Most of the events Skouby complains of fall outside the relevant time period, which would be 300 days prior to the filing of her EEOC charge in November 1990. But even if they did not, the incidents of harassment do not meet the standards set out in our cases, such as Koelsch v. Beltone Electronics, 46 F.3d 705 (7th Cir.1995), and Baskerville v. Culligan, 50 F.3d 428 (7th Cir.1995). Koelsch involved incidents of physical contact between the president of the company and the employee which were found insufficient to support a claim. In Baskerville we found that eight offensive comments did not add up to harassment. Likewise, Skouby's examples are not “sufficiently severe or pervasive to ․ create an abusive work environment.” Koelsch at 708.
Her claim that sexual discrimination or retaliation played a part in her discharge in July 1991 also fails. She does not have direct proof that Greene's decision to place her on probation was made in a discriminatory fashion. Her discharge followed from her poor performance on probation. And under McDonnell-Douglas Corporation v. Green, 411 U.S. 792, 93 S.Ct. 1817, 36 L.Ed.2d 668 (1973), she cannot establish a prima facie case nor that the legitimate, nondiscriminatory reason for her discharge was pretextual. Her prima facie case fails because she cannot show that she was meeting her employer's expectations. If nothing else, it seems clear that her performance was dismal compared to the performance of others. Secondly, rarely is a legitimate, nondiscriminatory reason for a termination so unassailable as it is in this case. The LPP program was a national program designed to weed out unproductive agents, males and females alike. That the program was found, from a labor-management point of view, to have been instituted without sufficient notice to the agents does not detract from the conclusion that it was nondiscriminatory for Title VII purposes. It clearly applied to everyone. Skouby was discharged under the program and has not shown that the program was a pretext for discrimination.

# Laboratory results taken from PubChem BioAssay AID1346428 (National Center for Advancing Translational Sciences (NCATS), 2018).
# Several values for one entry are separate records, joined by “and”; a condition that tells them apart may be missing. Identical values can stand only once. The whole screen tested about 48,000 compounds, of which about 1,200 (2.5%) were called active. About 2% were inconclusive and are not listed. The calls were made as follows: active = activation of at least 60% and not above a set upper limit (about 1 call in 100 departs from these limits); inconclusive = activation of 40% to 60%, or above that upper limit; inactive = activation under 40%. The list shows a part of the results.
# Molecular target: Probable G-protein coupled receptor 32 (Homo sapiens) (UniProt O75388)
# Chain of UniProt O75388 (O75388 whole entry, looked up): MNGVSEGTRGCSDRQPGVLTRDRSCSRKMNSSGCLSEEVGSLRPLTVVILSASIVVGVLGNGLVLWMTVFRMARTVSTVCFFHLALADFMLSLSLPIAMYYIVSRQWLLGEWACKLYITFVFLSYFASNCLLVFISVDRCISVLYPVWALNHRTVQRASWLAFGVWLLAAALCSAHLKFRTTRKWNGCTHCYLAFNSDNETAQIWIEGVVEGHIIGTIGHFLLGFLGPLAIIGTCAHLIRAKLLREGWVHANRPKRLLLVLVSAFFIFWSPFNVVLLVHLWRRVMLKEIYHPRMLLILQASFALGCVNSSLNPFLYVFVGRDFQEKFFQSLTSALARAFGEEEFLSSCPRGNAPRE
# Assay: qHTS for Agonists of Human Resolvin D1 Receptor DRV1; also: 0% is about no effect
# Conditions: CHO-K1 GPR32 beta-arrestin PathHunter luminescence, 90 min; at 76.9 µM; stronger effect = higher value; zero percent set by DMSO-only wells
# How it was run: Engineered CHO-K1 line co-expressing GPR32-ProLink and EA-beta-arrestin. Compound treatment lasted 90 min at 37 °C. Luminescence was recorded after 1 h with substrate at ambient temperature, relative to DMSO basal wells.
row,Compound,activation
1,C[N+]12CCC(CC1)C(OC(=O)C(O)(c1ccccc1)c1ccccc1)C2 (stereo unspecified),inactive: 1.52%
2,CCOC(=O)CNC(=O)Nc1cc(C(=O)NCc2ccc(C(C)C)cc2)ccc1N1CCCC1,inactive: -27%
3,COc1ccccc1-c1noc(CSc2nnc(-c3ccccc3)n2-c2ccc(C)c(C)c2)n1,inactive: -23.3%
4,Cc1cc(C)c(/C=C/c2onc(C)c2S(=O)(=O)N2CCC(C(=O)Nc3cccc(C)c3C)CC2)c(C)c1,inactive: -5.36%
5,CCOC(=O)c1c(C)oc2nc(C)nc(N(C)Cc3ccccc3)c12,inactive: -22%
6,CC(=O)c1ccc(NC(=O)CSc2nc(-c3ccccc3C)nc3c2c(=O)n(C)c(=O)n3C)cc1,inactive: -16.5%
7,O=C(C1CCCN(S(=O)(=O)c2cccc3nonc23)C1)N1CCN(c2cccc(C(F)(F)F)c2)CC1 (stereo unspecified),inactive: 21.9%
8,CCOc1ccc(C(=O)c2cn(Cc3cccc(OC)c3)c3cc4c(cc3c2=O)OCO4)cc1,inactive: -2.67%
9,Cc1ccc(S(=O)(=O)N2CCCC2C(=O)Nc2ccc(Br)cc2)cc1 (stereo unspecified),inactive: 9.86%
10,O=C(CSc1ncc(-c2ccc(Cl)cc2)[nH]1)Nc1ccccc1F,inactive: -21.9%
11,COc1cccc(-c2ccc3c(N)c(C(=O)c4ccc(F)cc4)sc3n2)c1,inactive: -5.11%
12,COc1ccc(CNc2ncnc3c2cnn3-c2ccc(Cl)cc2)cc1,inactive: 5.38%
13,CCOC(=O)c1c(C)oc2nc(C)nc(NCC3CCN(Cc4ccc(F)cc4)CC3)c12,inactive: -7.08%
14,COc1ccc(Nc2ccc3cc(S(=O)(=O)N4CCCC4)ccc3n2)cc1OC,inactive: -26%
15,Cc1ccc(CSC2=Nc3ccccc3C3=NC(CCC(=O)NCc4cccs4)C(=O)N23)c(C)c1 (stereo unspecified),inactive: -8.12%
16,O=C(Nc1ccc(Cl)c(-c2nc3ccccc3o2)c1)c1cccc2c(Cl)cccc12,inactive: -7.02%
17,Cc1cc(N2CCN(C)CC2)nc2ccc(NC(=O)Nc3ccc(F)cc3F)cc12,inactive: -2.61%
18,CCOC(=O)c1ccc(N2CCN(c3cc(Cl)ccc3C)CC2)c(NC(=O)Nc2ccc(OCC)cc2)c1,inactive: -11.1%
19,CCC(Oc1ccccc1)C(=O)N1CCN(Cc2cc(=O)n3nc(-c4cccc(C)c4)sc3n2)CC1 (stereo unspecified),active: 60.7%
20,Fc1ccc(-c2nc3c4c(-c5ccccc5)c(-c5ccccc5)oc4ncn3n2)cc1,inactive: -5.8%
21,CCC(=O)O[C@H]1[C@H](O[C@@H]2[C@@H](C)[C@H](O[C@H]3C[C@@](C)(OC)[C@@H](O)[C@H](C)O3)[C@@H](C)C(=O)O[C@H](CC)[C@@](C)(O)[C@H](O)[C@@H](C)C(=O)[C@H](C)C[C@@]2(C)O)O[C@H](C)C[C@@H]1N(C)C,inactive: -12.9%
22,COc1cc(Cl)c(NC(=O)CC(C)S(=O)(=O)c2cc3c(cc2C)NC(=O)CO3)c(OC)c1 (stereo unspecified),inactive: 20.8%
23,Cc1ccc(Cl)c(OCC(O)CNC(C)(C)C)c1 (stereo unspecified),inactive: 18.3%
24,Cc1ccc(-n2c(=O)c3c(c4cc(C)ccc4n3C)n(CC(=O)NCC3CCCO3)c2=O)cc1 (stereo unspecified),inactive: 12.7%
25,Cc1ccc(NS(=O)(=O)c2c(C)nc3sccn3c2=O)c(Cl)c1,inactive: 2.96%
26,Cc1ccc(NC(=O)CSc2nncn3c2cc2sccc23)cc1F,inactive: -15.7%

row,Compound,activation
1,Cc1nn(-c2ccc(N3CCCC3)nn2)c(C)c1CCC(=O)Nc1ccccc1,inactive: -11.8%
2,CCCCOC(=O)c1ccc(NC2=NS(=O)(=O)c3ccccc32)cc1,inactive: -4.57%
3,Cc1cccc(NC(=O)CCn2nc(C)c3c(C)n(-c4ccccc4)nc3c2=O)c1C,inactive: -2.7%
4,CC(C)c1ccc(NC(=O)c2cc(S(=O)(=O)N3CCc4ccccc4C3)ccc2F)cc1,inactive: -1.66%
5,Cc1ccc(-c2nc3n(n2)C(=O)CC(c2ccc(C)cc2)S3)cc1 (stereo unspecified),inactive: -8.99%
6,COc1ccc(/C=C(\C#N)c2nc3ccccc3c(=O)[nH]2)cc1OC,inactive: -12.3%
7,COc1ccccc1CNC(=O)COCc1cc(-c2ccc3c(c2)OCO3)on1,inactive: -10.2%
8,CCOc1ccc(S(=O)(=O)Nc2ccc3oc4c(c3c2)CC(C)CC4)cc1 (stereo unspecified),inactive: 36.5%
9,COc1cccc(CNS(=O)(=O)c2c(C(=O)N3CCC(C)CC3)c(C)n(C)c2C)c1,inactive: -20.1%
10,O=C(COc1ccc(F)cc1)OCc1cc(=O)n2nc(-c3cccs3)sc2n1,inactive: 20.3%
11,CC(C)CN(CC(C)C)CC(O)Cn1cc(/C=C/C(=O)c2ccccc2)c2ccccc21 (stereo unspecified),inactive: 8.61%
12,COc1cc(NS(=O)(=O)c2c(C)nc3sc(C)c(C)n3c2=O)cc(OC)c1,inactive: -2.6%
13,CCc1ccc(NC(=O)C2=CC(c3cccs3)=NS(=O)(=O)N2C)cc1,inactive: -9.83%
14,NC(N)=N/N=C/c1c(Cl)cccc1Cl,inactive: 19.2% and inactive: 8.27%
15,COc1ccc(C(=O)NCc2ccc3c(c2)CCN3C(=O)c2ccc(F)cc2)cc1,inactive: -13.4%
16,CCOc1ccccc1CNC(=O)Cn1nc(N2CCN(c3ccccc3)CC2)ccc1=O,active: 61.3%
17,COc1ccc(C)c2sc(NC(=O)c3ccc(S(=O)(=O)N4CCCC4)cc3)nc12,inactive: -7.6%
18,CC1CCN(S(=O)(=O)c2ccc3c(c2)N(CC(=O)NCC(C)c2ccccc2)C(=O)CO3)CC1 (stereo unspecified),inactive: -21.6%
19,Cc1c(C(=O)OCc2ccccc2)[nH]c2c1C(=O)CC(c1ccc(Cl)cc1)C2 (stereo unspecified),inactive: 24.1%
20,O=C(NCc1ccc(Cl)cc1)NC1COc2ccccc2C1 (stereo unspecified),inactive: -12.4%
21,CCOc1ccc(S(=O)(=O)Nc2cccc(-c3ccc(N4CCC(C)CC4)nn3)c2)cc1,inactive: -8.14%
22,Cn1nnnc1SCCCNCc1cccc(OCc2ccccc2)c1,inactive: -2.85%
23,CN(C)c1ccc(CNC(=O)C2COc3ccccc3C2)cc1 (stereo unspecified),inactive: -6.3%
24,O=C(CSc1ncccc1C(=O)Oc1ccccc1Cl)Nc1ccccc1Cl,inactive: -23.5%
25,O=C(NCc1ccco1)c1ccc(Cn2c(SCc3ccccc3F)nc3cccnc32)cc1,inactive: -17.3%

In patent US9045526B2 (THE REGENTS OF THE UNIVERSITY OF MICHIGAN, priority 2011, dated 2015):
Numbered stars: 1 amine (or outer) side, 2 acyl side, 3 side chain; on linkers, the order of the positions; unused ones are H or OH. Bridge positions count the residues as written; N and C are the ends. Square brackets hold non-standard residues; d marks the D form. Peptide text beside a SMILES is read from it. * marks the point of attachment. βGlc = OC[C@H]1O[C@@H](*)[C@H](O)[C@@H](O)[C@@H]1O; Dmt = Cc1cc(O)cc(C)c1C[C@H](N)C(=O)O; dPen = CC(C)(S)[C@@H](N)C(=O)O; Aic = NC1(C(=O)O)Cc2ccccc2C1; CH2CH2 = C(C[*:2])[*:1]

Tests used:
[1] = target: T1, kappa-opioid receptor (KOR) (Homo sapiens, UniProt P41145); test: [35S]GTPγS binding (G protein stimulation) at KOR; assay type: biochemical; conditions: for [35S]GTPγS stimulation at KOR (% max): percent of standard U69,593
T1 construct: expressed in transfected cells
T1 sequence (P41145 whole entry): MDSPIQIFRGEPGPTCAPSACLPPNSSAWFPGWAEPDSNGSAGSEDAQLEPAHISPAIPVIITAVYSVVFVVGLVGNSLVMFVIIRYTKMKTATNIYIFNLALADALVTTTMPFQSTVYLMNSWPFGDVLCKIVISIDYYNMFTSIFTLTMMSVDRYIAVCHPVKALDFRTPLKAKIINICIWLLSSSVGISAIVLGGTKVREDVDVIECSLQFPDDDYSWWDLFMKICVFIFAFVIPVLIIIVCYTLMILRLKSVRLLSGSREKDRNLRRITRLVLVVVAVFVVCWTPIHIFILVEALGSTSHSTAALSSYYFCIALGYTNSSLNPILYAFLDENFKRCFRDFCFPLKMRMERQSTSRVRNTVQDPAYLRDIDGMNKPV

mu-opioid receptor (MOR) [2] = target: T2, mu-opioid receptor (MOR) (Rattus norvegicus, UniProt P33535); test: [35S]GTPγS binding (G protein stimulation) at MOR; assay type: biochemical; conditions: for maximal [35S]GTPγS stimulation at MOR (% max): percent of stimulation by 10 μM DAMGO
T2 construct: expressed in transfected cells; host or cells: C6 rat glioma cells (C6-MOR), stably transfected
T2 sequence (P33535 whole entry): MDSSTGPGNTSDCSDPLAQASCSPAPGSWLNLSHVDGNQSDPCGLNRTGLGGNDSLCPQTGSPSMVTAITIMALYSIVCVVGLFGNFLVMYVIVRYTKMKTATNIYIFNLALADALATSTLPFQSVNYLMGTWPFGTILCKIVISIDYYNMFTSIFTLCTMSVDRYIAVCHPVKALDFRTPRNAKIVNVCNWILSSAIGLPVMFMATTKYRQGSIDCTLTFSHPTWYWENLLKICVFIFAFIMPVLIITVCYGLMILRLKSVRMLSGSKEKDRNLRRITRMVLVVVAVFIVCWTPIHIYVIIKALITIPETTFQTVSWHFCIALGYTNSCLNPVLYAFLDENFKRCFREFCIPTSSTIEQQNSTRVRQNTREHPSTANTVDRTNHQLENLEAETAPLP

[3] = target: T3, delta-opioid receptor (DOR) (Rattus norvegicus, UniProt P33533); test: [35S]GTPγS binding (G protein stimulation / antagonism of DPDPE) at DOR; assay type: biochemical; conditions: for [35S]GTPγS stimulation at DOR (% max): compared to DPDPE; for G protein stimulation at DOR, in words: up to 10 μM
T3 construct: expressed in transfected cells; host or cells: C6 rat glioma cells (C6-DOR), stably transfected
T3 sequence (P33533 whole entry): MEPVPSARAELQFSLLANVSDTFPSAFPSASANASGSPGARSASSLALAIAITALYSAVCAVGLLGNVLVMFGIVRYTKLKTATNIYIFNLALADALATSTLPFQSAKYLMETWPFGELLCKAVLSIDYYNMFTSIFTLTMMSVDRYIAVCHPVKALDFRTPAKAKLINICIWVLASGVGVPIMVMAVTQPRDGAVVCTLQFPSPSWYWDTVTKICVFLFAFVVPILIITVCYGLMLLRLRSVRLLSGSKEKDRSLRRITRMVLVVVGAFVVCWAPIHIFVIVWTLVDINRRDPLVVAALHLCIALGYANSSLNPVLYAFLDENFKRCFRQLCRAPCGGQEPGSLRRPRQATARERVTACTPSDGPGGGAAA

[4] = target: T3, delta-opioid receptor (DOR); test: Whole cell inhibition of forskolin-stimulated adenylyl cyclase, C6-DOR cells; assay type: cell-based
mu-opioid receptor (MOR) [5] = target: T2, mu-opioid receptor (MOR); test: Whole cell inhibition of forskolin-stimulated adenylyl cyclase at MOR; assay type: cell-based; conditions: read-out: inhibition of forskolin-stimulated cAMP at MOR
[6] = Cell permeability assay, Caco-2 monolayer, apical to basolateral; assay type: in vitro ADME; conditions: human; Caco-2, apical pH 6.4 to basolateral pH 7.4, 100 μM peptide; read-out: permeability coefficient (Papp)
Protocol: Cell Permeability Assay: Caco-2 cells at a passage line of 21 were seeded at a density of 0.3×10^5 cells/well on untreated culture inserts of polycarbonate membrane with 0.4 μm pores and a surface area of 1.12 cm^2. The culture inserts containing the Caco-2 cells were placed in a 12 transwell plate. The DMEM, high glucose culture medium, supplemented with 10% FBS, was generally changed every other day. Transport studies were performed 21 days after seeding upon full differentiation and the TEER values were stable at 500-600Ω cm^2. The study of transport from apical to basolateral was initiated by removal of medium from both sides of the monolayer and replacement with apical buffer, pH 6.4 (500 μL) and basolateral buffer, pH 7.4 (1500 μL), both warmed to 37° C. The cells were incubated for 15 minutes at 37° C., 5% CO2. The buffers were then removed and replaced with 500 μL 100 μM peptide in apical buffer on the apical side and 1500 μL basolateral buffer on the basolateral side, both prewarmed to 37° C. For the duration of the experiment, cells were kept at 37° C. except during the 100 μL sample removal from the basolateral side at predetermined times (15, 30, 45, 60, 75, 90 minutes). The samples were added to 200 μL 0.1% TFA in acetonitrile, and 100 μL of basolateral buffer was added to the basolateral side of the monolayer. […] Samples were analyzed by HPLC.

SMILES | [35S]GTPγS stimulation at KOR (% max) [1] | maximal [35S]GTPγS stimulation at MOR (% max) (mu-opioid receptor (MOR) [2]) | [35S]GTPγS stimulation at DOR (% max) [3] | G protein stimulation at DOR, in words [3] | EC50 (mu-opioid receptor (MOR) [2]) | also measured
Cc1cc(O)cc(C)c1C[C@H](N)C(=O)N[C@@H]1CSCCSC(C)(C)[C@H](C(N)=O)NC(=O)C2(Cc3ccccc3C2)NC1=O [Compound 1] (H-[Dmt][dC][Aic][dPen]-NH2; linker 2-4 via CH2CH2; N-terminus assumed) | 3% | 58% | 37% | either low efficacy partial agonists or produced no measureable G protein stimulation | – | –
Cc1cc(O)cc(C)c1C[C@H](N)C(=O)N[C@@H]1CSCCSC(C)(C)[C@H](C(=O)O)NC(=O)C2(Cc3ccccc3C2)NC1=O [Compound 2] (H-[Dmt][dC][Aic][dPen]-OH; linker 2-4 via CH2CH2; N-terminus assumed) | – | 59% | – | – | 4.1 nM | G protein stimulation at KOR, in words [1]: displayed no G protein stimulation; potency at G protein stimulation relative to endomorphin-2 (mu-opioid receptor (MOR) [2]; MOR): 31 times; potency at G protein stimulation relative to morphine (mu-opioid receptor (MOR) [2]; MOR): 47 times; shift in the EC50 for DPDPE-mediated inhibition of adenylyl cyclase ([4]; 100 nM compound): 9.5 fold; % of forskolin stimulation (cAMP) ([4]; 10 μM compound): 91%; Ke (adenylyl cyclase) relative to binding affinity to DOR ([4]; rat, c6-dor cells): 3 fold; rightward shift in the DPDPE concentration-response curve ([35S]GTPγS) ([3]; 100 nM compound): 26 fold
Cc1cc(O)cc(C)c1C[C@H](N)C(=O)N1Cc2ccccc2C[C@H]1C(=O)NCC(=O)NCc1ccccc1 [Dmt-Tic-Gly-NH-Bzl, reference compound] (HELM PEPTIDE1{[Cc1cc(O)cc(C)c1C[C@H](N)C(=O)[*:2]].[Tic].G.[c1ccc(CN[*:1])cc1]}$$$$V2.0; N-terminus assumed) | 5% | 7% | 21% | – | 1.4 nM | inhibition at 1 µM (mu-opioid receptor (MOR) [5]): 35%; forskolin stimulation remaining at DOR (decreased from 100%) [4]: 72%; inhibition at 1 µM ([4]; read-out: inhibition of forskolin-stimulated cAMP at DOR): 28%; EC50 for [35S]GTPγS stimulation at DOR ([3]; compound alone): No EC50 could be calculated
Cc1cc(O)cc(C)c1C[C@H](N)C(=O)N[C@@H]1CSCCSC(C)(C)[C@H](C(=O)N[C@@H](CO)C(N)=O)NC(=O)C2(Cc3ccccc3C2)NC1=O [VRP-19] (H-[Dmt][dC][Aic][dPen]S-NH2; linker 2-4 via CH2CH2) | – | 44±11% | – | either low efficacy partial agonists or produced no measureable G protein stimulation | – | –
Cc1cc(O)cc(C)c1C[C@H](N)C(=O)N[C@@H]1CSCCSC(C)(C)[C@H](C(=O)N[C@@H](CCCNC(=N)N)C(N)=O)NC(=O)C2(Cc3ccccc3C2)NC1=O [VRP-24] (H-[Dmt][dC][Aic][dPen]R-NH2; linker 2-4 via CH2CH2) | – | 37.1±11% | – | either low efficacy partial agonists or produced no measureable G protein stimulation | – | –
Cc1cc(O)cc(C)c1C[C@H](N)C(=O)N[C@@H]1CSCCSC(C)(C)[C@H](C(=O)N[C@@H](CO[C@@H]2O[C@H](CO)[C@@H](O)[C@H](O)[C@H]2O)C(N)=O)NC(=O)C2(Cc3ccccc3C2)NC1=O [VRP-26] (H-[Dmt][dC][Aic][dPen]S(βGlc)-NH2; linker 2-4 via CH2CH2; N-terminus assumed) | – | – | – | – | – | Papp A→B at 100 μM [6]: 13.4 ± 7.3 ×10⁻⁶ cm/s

Her claim that she was constructively discharged in January 1992, after her return to work when all the agents discharged pursuant to the LPP program were reinstated, is without merit. To be constructively discharged requires that the working conditions be made so intolerable that a reasonable person would be forced to resign. Weihaupt v. American Med. Ass'n, 874 F.2d 419 (7th Cir.1989). Nothing which happened to her in the two months after she returned to Prudential approaches the sort of event which might give rise to a constructive discharge. The decision of the district court is
TERENCE T. EVANS, Circuit Judge.